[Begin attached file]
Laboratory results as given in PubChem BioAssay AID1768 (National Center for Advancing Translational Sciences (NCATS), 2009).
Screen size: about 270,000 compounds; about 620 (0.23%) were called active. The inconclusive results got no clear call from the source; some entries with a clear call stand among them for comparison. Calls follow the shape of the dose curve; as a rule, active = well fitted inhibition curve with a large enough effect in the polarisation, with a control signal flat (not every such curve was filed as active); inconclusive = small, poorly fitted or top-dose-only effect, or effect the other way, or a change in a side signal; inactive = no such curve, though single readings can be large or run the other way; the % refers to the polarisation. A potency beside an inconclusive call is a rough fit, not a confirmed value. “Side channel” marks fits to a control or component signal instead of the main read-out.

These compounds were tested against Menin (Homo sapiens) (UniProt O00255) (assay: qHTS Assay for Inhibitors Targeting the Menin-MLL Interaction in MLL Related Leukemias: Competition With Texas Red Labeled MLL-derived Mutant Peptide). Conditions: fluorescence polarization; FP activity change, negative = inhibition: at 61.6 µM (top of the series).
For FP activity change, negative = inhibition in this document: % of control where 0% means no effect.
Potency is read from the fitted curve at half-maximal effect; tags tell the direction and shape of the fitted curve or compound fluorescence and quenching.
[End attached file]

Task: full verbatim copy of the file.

Laboratory results as given in PubChem BioAssay AID1768 (National Center for Advancing Translational Sciences (NCATS), 2009).
Screen size: about 270,000 compounds; about 620 (0.23%) were called active. The inconclusive results got no clear call from the source; some entries with a clear call stand among them for comparison. Calls follow the shape of the dose curve; as a rule, active = well fitted inhibition curve with a large enough effect in the polarisation, with a control signal flat (not every such curve was filed as active); inconclusive = small, poorly fitted or top-dose-only effect, or effect the other way, or a change in a side signal; inactive = no such curve, though single readings can be large or run the other way; the % refers to the polarisation. A potency beside an inconclusive call is a rough fit, not a confirmed value. “Side channel” marks fits to a control or component signal instead of the main read-out.

These compounds were tested against Menin (Homo sapiens) (UniProt O00255) (assay: qHTS Assay for Inhibitors Targeting the Menin-MLL Interaction in MLL Related Leukemias: Competition With Texas Red Labeled MLL-derived Mutant Peptide). Conditions: fluorescence polarization; FP activity change, negative = inhibition: at 61.6 µM (top of the series).
For FP activity change, negative = inhibition in this document: % of control where 0% means no effect.
Potency is read from the fitted curve at half-maximal effect; tags tell the direction and shape of the fitted curve or compound fluorescence and quenching.